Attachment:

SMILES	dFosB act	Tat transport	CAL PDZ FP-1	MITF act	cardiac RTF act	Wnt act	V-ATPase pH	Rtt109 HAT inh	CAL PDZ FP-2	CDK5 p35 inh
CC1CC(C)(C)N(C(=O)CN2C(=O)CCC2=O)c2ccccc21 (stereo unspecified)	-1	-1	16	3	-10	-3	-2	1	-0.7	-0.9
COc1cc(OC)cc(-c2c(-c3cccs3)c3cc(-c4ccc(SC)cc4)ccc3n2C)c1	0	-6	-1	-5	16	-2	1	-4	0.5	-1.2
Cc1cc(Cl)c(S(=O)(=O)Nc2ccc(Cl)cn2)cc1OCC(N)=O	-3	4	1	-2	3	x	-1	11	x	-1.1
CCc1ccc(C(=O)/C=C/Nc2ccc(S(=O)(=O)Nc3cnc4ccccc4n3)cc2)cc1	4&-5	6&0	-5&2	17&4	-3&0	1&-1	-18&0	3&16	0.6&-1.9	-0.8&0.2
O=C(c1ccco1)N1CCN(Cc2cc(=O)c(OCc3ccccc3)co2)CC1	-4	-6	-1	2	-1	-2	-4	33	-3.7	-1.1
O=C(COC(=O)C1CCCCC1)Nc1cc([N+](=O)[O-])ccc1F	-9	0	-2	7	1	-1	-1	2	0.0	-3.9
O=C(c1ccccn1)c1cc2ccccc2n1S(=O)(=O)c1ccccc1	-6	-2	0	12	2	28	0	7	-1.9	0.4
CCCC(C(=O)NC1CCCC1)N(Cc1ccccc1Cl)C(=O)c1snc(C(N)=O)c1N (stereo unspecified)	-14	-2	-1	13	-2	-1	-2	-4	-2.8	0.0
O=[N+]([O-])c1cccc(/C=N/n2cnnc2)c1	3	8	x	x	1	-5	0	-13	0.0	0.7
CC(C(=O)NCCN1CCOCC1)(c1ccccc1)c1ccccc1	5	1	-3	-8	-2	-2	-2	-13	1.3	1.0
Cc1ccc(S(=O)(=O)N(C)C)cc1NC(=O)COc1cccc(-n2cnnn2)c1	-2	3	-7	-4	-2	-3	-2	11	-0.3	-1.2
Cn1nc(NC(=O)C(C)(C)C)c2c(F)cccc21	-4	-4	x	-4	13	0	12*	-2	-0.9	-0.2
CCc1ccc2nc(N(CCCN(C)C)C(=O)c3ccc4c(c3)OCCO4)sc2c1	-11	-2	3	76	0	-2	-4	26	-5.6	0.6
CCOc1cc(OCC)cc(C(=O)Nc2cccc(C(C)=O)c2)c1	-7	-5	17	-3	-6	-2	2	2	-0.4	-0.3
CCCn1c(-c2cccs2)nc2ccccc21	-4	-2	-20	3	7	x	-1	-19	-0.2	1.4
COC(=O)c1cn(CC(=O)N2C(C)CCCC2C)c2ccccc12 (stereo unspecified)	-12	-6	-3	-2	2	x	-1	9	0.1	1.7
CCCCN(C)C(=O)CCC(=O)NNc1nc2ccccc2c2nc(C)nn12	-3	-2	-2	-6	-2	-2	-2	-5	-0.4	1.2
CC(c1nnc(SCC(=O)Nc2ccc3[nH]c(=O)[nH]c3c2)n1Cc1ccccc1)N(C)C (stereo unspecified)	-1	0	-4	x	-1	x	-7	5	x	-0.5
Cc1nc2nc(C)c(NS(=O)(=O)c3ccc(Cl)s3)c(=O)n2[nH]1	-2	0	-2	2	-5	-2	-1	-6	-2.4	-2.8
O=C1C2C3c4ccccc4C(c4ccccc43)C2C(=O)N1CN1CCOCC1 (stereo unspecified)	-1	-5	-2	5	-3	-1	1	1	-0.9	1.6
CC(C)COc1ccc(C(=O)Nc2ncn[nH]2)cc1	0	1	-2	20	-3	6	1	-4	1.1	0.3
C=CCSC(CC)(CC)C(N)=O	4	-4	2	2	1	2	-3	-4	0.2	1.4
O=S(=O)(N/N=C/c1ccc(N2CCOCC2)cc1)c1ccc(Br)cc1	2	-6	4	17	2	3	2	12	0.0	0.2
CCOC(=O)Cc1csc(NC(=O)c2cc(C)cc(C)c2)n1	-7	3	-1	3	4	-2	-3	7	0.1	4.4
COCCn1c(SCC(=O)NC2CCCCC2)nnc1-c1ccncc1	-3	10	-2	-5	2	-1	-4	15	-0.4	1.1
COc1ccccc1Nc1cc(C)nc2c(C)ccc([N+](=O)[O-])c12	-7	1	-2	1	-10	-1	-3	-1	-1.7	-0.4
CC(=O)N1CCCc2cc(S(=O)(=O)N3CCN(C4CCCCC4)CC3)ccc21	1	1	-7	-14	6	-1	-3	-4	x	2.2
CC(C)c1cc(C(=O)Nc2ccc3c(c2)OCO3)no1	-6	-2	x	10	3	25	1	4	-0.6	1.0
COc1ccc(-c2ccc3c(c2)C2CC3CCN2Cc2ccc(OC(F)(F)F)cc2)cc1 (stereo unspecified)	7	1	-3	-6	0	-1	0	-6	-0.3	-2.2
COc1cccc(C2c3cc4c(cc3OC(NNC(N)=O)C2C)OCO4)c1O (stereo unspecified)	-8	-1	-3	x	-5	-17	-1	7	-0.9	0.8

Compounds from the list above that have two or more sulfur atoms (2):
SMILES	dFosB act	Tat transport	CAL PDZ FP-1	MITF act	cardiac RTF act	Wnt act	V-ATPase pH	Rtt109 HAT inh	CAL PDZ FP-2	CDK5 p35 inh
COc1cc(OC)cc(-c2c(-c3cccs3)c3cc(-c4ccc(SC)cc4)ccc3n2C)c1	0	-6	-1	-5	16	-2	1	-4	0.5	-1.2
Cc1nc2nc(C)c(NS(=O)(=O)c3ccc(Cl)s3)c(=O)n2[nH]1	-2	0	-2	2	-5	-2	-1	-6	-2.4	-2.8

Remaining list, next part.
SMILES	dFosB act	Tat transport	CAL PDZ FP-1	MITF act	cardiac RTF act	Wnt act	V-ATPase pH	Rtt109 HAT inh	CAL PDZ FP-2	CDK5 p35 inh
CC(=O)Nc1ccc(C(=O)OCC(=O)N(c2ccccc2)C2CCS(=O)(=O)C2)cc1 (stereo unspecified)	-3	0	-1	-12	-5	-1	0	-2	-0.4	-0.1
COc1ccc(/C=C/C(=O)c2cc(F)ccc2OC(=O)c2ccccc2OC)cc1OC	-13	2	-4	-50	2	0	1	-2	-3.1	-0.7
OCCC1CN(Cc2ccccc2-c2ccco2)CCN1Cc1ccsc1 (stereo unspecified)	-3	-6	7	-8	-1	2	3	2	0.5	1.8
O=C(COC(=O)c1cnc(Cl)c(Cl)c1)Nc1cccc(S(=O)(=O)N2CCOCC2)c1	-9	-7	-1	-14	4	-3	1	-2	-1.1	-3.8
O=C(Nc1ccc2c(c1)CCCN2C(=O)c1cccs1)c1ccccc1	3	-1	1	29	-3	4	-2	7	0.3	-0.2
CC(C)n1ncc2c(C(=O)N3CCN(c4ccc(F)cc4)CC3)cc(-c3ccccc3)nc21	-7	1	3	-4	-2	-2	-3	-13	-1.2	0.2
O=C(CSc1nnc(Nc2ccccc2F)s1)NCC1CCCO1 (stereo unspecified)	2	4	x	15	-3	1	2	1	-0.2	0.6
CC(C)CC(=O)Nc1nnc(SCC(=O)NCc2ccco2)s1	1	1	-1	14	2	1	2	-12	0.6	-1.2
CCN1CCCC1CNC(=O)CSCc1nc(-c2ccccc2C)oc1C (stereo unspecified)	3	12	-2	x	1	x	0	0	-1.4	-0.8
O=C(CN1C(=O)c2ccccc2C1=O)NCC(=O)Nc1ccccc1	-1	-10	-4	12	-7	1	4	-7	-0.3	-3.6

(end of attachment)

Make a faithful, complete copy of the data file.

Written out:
SMILES	dFosB act	Tat transport	CAL PDZ FP-1	MITF act	cardiac RTF act	Wnt act	V-ATPase pH	Rtt109 HAT inh	CAL PDZ FP-2	CDK5 p35 inh
CC1CC(C)(C)N(C(=O)CN2C(=O)CCC2=O)c2ccccc21 (stereo unspecified)	-1	-1	16	3	-10	-3	-2	1	-0.7	-0.9
COc1cc(OC)cc(-c2c(-c3cccs3)c3cc(-c4ccc(SC)cc4)ccc3n2C)c1	0	-6	-1	-5	16	-2	1	-4	0.5	-1.2
Cc1cc(Cl)c(S(=O)(=O)Nc2ccc(Cl)cn2)cc1OCC(N)=O	-3	4	1	-2	3	x	-1	11	x	-1.1
CCc1ccc(C(=O)/C=C/Nc2ccc(S(=O)(=O)Nc3cnc4ccccc4n3)cc2)cc1	4&-5	6&0	-5&2	17&4	-3&0	1&-1	-18&0	3&16	0.6&-1.9	-0.8&0.2
O=C(c1ccco1)N1CCN(Cc2cc(=O)c(OCc3ccccc3)co2)CC1	-4	-6	-1	2	-1	-2	-4	33	-3.7	-1.1
O=C(COC(=O)C1CCCCC1)Nc1cc([N+](=O)[O-])ccc1F	-9	0	-2	7	1	-1	-1	2	0.0	-3.9
O=C(c1ccccn1)c1cc2ccccc2n1S(=O)(=O)c1ccccc1	-6	-2	0	12	2	28	0	7	-1.9	0.4
CCCC(C(=O)NC1CCCC1)N(Cc1ccccc1Cl)C(=O)c1snc(C(N)=O)c1N (stereo unspecified)	-14	-2	-1	13	-2	-1	-2	-4	-2.8	0.0
O=[N+]([O-])c1cccc(/C=N/n2cnnc2)c1	3	8	x	x	1	-5	0	-13	0.0	0.7
CC(C(=O)NCCN1CCOCC1)(c1ccccc1)c1ccccc1	5	1	-3	-8	-2	-2	-2	-13	1.3	1.0
Cc1ccc(S(=O)(=O)N(C)C)cc1NC(=O)COc1cccc(-n2cnnn2)c1	-2	3	-7	-4	-2	-3	-2	11	-0.3	-1.2
Cn1nc(NC(=O)C(C)(C)C)c2c(F)cccc21	-4	-4	x	-4	13	0	12*	-2	-0.9	-0.2
CCc1ccc2nc(N(CCCN(C)C)C(=O)c3ccc4c(c3)OCCO4)sc2c1	-11	-2	3	76	0	-2	-4	26	-5.6	0.6
CCOc1cc(OCC)cc(C(=O)Nc2cccc(C(C)=O)c2)c1	-7	-5	17	-3	-6	-2	2	2	-0.4	-0.3
CCCn1c(-c2cccs2)nc2ccccc21	-4	-2	-20	3	7	x	-1	-19	-0.2	1.4
COC(=O)c1cn(CC(=O)N2C(C)CCCC2C)c2ccccc12 (stereo unspecified)	-12	-6	-3	-2	2	x	-1	9	0.1	1.7
CCCCN(C)C(=O)CCC(=O)NNc1nc2ccccc2c2nc(C)nn12	-3	-2	-2	-6	-2	-2	-2	-5	-0.4	1.2
CC(c1nnc(SCC(=O)Nc2ccc3[nH]c(=O)[nH]c3c2)n1Cc1ccccc1)N(C)C (stereo unspecified)	-1	0	-4	x	-1	x	-7	5	x	-0.5
Cc1nc2nc(C)c(NS(=O)(=O)c3ccc(Cl)s3)c(=O)n2[nH]1	-2	0	-2	2	-5	-2	-1	-6	-2.4	-2.8
O=C1C2C3c4ccccc4C(c4ccccc43)C2C(=O)N1CN1CCOCC1 (stereo unspecified)	-1	-5	-2	5	-3	-1	1	1	-0.9	1.6
CC(C)COc1ccc(C(=O)Nc2ncn[nH]2)cc1	0	1	-2	20	-3	6	1	-4	1.1	0.3
C=CCSC(CC)(CC)C(N)=O	4	-4	2	2	1	2	-3	-4	0.2	1.4
O=S(=O)(N/N=C/c1ccc(N2CCOCC2)cc1)c1ccc(Br)cc1	2	-6	4	17	2	3	2	12	0.0	0.2
CCOC(=O)Cc1csc(NC(=O)c2cc(C)cc(C)c2)n1	-7	3	-1	3	4	-2	-3	7	0.1	4.4
COCCn1c(SCC(=O)NC2CCCCC2)nnc1-c1ccncc1	-3	10	-2	-5	2	-1	-4	15	-0.4	1.1
COc1ccccc1Nc1cc(C)nc2c(C)ccc([N+](=O)[O-])c12	-7	1	-2	1	-10	-1	-3	-1	-1.7	-0.4
CC(=O)N1CCCc2cc(S(=O)(=O)N3CCN(C4CCCCC4)CC3)ccc21	1	1	-7	-14	6	-1	-3	-4	x	2.2
CC(C)c1cc(C(=O)Nc2ccc3c(c2)OCO3)no1	-6	-2	x	10	3	25	1	4	-0.6	1.0
COc1ccc(-c2ccc3c(c2)C2CC3CCN2Cc2ccc(OC(F)(F)F)cc2)cc1 (stereo unspecified)	7	1	-3	-6	0	-1	0	-6	-0.3	-2.2
COc1cccc(C2c3cc4c(cc3OC(NNC(N)=O)C2C)OCO4)c1O (stereo unspecified)	-8	-1	-3	x	-5	-17	-1	7	-0.9	0.8

Compounds from the list above that have two or more sulfur atoms (2):
SMILES	dFosB act	Tat transport	CAL PDZ FP-1	MITF act	cardiac RTF act	Wnt act	V-ATPase pH	Rtt109 HAT inh	CAL PDZ FP-2	CDK5 p35 inh
COc1cc(OC)cc(-c2c(-c3cccs3)c3cc(-c4ccc(SC)cc4)ccc3n2C)c1	0	-6	-1	-5	16	-2	1	-4	0.5	-1.2
Cc1nc2nc(C)c(NS(=O)(=O)c3ccc(Cl)s3)c(=O)n2[nH]1	-2	0	-2	2	-5	-2	-1	-6	-2.4	-2.8

Remaining list, next part.
SMILES	dFosB act	Tat transport	CAL PDZ FP-1	MITF act	cardiac RTF act	Wnt act	V-ATPase pH	Rtt109 HAT inh	CAL PDZ FP-2	CDK5 p35 inh
CC(=O)Nc1ccc(C(=O)OCC(=O)N(c2ccccc2)C2CCS(=O)(=O)C2)cc1 (stereo unspecified)	-3	0	-1	-12	-5	-1	0	-2	-0.4	-0.1
COc1ccc(/C=C/C(=O)c2cc(F)ccc2OC(=O)c2ccccc2OC)cc1OC	-13	2	-4	-50	2	0	1	-2	-3.1	-0.7
OCCC1CN(Cc2ccccc2-c2ccco2)CCN1Cc1ccsc1 (stereo unspecified)	-3	-6	7	-8	-1	2	3	2	0.5	1.8
O=C(COC(=O)c1cnc(Cl)c(Cl)c1)Nc1cccc(S(=O)(=O)N2CCOCC2)c1	-9	-7	-1	-14	4	-3	1	-2	-1.1	-3.8
O=C(Nc1ccc2c(c1)CCCN2C(=O)c1cccs1)c1ccccc1	3	-1	1	29	-3	4	-2	7	0.3	-0.2
CC(C)n1ncc2c(C(=O)N3CCN(c4ccc(F)cc4)CC3)cc(-c3ccccc3)nc21	-7	1	3	-4	-2	-2	-3	-13	-1.2	0.2
O=C(CSc1nnc(Nc2ccccc2F)s1)NCC1CCCO1 (stereo unspecified)	2	4	x	15	-3	1	2	1	-0.2	0.6
CC(C)CC(=O)Nc1nnc(SCC(=O)NCc2ccco2)s1	1	1	-1	14	2	1	2	-12	0.6	-1.2
CCN1CCCC1CNC(=O)CSCc1nc(-c2ccccc2C)oc1C (stereo unspecified)	3	12	-2	x	1	x	0	0	-1.4	-0.8
O=C(CN1C(=O)c2ccccc2C1=O)NCC(=O)Nc1ccccc1	-1	-10	-4	12	-7	1	4	-7	-0.3	-3.6